Ancient Egypt Research Associates

by Kirk Roberts (archaeologist)

It’s the first week on site, and the AERA team is excited to be back at Standing Wall Island (SWI). This year, a team of Egyptian students will be working in the Eastern part of this intriguing area, and trying to understand how this enigmatic island of archaeology fits in with the houses, streets and galleries that make up the rest of the site. Unusually, this large, walled enclosure features rounded corners – elements that point towards the management of animals. Previous work by our animal bone expert Dr. Richard Redding, has suggested that the area may have functioned as a cattle corral, and this exciting possibility means that SWI may help us to understand how Heit el-Ghurab was provisioned with meat – an important food resource for which we find abundant evidence. This year, we will test this theory by carefully targeting excavations to look for evidence that might point towards the area having been used as a stock enclosure.


Field School Team 3 begin the work of clearing Standing Wall Island (SWI),
view to the North. Photo by Kirk Roberts.

When the team got to the site last week, we were confronted with a thick mass of weeds and plant-life. A few days of effort from our terrific team of workmen cleared the area of the protective layer of sand left there in 2011, which meant that today the archaeologists could begin the work of cleaning, mapping and describing the visible remains. It was an exciting experience for the team to see the site take shape, and especially so for me, as this is the first time I’ve been lucky enough to come and work in Giza! Over the next two months, field school team 3, which comprises Hossam Mokhtar, Mai Samir, Reham Mahmoud Zaky el-Sayed, Ayman Youssef Toukhy Mohamed, Hanan Mahmoud and Hoda Osman Khalifa, will be interpreting the clues left behind at SWI. By carefully picking apart the evidence from floors, walls, pottery, bone and other finds, the team hopes to understand how Standing Wall Island developed, and the role it played in the economy and lives of the people who built the pyramids. Along the way, our students will learn the fundamentals of excavation, survey and finds analysis, enabling them to better understand, protect and communicate the unique archaeological resource of Ancient Egypt.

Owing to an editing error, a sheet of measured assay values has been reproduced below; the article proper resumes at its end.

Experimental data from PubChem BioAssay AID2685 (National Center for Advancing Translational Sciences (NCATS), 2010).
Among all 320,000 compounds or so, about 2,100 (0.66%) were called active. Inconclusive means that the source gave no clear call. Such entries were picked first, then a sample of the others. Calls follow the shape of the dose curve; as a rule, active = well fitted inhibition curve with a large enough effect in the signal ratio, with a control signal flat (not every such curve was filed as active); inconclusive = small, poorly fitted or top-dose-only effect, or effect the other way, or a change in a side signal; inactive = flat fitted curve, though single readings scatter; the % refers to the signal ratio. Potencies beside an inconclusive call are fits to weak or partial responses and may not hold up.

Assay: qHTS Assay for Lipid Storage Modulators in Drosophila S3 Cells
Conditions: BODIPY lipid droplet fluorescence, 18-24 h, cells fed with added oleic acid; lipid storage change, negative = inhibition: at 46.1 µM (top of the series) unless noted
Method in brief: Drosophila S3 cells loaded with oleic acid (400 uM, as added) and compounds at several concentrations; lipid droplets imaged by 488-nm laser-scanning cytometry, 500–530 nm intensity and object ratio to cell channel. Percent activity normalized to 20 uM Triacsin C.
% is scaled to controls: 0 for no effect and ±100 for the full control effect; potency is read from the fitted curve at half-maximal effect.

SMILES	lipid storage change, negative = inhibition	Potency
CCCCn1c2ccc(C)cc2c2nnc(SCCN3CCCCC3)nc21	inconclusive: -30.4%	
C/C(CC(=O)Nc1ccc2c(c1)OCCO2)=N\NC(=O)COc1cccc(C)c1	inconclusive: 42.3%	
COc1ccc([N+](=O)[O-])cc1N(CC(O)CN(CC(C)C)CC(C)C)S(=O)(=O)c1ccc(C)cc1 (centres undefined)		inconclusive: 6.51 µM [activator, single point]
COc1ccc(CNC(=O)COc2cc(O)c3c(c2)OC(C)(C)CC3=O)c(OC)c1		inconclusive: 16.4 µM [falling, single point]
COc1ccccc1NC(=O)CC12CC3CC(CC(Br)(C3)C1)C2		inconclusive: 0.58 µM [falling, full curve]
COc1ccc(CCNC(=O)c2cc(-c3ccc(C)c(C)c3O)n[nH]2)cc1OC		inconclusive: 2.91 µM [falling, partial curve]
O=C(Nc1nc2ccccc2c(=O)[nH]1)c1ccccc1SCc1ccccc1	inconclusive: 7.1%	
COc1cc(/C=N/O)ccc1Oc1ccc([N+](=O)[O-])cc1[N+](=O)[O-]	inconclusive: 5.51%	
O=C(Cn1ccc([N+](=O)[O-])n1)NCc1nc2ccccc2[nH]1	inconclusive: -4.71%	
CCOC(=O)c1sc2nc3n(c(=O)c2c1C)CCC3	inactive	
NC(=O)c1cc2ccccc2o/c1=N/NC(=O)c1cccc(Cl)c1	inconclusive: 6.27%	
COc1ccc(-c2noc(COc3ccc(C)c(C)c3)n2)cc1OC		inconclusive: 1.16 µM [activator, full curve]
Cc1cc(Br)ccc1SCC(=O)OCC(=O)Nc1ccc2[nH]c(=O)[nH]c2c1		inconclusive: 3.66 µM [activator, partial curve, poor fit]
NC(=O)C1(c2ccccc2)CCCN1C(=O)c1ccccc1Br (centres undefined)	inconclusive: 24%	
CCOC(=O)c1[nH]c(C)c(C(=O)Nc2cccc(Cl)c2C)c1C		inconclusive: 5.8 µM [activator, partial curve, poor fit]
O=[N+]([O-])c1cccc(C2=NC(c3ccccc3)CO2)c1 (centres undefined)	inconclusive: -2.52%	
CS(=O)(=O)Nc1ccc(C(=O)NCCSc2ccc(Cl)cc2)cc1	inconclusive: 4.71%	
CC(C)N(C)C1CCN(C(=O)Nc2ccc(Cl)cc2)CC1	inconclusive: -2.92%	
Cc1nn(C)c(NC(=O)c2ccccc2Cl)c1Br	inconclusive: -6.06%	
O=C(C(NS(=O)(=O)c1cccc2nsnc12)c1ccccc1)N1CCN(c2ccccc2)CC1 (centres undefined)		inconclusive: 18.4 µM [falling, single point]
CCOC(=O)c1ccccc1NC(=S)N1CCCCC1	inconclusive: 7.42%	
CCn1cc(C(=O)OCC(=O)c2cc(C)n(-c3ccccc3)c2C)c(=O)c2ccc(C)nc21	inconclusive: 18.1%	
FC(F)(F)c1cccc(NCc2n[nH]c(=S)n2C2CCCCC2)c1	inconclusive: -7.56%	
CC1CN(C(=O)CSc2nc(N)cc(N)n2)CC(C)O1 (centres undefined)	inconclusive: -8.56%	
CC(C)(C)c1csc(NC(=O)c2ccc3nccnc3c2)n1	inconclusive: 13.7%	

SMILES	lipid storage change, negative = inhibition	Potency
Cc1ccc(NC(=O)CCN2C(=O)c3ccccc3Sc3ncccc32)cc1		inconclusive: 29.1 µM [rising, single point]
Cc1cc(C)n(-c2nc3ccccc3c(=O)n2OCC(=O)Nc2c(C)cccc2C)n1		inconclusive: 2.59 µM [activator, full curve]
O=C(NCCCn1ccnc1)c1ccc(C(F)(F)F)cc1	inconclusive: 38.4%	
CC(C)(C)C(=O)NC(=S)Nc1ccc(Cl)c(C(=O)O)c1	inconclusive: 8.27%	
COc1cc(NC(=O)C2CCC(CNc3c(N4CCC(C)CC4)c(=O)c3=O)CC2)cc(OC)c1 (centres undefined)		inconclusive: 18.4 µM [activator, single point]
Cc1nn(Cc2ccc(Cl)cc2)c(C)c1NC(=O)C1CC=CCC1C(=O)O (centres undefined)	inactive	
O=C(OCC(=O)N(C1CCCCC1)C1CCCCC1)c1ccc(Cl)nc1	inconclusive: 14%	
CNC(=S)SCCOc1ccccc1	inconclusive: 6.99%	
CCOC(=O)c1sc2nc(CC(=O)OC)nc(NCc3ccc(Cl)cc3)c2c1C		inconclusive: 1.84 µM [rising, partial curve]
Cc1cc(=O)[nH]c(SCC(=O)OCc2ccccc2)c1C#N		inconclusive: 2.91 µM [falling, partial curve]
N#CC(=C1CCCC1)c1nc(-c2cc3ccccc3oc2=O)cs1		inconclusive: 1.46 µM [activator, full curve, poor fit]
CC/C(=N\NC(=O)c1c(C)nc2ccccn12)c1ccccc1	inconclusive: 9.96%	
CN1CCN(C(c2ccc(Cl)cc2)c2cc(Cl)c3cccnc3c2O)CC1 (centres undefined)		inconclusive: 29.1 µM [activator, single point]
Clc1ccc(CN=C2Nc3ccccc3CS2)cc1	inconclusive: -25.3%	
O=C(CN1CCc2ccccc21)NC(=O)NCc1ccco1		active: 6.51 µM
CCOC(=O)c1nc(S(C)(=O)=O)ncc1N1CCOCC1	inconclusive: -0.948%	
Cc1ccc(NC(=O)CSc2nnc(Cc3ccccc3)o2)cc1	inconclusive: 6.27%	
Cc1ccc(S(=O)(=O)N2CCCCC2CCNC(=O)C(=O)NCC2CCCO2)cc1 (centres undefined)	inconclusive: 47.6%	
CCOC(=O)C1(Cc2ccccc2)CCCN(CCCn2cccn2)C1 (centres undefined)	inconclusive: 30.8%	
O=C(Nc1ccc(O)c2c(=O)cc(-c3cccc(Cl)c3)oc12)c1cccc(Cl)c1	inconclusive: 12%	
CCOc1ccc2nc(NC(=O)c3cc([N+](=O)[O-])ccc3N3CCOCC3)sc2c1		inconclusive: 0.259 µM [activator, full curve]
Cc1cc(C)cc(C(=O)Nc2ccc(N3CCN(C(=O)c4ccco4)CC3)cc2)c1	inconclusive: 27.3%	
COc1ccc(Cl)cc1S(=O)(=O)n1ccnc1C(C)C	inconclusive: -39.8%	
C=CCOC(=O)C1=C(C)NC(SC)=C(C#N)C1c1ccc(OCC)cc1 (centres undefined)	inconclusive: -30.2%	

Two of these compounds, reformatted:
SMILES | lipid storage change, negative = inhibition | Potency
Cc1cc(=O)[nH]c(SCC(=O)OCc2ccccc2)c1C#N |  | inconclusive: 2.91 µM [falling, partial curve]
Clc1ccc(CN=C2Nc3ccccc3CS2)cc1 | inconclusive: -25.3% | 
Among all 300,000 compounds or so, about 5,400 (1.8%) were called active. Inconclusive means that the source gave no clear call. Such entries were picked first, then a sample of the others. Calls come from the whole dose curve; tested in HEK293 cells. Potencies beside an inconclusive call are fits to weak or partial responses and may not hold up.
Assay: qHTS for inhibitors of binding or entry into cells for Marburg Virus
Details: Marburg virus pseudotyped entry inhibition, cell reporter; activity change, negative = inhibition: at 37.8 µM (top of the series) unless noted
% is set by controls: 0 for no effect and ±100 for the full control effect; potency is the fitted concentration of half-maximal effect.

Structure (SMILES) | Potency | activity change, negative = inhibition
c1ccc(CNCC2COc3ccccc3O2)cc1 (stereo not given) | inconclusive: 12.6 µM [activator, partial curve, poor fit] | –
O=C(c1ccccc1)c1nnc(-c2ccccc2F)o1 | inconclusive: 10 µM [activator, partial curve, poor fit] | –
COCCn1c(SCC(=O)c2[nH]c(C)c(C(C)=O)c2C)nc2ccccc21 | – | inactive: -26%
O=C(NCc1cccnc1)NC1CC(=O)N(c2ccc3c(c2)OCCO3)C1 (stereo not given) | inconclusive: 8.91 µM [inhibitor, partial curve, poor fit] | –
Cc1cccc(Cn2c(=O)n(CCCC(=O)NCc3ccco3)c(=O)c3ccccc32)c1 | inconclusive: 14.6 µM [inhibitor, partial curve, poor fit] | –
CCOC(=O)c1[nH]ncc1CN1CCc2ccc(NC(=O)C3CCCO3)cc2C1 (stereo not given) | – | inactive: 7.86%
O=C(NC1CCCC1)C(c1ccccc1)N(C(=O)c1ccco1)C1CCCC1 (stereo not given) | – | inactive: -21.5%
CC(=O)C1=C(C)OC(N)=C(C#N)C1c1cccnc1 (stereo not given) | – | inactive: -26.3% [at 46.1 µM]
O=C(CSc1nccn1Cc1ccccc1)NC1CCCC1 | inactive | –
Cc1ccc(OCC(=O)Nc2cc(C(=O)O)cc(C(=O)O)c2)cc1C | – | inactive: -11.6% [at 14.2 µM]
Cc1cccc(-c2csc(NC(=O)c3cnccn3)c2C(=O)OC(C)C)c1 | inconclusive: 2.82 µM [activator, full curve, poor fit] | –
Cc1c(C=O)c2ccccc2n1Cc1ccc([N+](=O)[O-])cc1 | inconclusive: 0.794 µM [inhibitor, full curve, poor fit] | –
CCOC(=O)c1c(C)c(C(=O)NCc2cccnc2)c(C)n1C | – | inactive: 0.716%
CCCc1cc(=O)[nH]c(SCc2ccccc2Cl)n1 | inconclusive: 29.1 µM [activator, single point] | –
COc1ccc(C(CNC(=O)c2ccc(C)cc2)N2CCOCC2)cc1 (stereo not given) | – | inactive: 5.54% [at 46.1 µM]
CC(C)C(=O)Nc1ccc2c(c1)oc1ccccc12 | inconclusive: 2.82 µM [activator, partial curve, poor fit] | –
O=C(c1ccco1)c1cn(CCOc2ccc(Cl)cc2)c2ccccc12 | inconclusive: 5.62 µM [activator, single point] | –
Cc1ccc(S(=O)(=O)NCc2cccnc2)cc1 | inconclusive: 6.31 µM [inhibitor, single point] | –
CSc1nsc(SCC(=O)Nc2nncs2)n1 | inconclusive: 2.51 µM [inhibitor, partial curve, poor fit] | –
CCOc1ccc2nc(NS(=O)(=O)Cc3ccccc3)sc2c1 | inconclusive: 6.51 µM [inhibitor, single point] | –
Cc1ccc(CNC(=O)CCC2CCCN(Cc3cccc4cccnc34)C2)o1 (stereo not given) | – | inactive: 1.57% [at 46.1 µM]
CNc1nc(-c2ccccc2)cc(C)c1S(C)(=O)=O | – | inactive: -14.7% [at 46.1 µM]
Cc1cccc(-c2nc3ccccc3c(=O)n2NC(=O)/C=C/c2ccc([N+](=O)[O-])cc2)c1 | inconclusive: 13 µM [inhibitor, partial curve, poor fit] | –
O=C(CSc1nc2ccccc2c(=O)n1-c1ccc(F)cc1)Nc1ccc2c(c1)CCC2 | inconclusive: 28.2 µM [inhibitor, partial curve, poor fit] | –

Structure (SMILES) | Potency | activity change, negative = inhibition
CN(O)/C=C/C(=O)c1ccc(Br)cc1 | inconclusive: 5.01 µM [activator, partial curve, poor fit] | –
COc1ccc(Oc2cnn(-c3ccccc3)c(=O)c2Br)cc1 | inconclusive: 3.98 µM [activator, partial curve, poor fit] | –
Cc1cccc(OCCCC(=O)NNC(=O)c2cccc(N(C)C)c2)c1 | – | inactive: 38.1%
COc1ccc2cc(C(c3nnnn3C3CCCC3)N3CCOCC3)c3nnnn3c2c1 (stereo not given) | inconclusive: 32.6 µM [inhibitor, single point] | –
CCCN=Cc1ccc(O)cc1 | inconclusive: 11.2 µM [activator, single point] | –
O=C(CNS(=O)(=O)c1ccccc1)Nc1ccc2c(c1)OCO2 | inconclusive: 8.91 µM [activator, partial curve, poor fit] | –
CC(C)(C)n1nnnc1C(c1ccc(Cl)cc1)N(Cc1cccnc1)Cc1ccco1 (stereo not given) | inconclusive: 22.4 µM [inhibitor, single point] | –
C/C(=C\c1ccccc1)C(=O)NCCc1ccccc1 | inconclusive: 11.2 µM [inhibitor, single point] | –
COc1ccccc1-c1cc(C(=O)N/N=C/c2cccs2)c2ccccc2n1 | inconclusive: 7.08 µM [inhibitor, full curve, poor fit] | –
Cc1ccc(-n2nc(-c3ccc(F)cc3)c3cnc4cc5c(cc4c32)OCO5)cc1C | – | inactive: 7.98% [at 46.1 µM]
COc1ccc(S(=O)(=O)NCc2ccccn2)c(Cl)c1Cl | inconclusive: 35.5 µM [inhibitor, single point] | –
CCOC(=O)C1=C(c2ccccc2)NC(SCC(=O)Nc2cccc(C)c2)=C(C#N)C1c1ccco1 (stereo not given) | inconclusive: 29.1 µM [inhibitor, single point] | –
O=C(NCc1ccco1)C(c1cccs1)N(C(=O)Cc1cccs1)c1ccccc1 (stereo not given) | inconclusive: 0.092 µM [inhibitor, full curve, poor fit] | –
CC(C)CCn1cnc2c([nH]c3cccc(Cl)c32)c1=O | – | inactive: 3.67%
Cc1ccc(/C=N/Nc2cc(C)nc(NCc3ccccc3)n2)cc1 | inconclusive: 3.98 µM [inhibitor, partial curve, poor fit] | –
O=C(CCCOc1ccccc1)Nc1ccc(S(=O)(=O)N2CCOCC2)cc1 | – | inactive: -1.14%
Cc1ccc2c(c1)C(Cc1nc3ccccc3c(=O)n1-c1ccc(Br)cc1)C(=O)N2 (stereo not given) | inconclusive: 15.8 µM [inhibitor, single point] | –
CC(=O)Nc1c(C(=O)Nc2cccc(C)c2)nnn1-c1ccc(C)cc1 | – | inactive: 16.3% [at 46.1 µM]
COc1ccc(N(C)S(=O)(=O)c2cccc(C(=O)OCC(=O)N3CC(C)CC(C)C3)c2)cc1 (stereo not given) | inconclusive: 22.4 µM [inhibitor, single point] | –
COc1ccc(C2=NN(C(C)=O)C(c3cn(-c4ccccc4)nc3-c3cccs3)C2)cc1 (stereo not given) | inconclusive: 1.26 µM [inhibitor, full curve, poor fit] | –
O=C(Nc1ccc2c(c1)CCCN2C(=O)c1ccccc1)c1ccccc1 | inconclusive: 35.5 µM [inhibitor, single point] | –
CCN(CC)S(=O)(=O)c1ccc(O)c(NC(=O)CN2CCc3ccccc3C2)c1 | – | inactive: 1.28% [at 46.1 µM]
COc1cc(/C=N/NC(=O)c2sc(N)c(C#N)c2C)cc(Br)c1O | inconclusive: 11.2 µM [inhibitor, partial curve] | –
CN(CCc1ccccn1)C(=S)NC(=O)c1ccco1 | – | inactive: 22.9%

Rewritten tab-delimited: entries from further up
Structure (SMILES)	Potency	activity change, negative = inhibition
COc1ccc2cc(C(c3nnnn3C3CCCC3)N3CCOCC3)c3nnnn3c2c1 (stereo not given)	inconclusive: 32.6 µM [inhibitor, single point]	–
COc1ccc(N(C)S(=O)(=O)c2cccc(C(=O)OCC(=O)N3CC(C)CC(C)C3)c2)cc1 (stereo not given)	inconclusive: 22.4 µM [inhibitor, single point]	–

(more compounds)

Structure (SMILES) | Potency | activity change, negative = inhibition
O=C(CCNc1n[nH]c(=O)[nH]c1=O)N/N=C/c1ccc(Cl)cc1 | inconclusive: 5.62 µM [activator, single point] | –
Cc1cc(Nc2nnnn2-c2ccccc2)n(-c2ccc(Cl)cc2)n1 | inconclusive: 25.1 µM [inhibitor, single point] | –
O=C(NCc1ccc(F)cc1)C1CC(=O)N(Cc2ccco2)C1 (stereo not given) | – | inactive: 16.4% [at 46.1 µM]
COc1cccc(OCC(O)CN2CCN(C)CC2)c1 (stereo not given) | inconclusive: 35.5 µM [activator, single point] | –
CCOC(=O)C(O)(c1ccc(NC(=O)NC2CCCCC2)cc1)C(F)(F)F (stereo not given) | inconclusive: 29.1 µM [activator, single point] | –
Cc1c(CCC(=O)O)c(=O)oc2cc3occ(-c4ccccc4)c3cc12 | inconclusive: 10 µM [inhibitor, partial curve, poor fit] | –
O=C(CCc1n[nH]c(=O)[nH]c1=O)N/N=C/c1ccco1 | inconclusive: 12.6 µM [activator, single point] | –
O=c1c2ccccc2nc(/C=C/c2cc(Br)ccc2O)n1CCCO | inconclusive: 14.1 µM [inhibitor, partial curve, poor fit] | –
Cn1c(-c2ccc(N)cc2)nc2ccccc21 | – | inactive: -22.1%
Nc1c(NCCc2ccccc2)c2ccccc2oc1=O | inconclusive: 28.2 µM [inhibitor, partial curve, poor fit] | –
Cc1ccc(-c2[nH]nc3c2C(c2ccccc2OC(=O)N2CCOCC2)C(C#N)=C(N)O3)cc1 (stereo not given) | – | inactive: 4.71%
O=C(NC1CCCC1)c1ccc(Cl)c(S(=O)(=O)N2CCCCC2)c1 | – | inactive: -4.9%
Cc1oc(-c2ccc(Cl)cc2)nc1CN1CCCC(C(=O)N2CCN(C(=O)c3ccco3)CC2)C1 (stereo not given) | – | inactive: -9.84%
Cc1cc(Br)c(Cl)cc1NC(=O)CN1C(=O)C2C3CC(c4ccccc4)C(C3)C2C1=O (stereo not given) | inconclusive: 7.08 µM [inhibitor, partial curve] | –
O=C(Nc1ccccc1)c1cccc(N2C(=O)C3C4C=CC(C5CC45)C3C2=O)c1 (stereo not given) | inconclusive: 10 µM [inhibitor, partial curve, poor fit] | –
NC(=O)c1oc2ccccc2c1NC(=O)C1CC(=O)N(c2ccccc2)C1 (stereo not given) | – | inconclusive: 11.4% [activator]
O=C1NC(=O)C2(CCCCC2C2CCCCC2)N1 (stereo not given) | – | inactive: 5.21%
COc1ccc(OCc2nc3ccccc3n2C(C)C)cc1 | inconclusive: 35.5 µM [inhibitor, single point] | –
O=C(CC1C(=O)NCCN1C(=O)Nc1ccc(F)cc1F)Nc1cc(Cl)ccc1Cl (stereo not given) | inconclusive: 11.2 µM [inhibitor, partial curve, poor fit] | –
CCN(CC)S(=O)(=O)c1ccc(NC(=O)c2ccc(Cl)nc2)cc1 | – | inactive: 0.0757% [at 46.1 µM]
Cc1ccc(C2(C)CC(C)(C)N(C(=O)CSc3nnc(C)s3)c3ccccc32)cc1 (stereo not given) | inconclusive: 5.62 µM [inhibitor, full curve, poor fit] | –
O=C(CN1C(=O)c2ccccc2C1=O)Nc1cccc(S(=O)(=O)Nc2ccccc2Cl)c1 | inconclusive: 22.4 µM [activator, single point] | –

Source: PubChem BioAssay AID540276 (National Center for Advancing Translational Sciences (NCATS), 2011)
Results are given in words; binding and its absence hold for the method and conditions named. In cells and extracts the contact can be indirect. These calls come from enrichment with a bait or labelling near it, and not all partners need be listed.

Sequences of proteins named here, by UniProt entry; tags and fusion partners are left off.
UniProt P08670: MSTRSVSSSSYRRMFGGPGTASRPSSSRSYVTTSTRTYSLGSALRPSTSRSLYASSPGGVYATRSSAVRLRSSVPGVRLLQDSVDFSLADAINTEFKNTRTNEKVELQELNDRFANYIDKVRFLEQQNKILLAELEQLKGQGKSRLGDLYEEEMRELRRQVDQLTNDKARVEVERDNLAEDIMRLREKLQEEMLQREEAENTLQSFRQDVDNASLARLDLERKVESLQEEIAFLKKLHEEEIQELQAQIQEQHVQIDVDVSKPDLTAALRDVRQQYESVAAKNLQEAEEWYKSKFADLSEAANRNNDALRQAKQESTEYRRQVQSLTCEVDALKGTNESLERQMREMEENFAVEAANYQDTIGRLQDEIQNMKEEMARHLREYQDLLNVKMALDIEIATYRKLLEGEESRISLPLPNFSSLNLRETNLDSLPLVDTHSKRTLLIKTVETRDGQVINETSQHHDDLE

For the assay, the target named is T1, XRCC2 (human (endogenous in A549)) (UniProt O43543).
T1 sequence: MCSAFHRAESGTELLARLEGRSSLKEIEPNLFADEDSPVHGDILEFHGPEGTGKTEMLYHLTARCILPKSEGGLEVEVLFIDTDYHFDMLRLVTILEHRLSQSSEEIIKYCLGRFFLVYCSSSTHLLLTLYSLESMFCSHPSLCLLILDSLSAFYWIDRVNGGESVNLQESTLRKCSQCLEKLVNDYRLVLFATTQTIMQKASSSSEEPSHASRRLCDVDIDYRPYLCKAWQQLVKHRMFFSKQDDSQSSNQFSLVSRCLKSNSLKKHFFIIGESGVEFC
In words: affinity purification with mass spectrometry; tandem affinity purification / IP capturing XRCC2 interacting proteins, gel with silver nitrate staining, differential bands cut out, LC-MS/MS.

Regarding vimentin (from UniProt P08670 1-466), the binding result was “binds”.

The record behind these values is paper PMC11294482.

Kirk demonstrates the use of the level to Field School Team 3. Photo by Daniel Jones.

While the students have been busy trowelling over the site, Hoda and Ashraf have started a trench against the south-east corner of the enclosure, to look for surfaces and evidence which might explain the building’s function. Hopefully this season, using a combination of stratigraphic, chemical and finds analysis, we will be able to answer the riddle of Standing Wall Island.


Hoda opens a trench to examine the southern corner of Standing Wall Island,
view to the North. Photo by Kirk Roberts.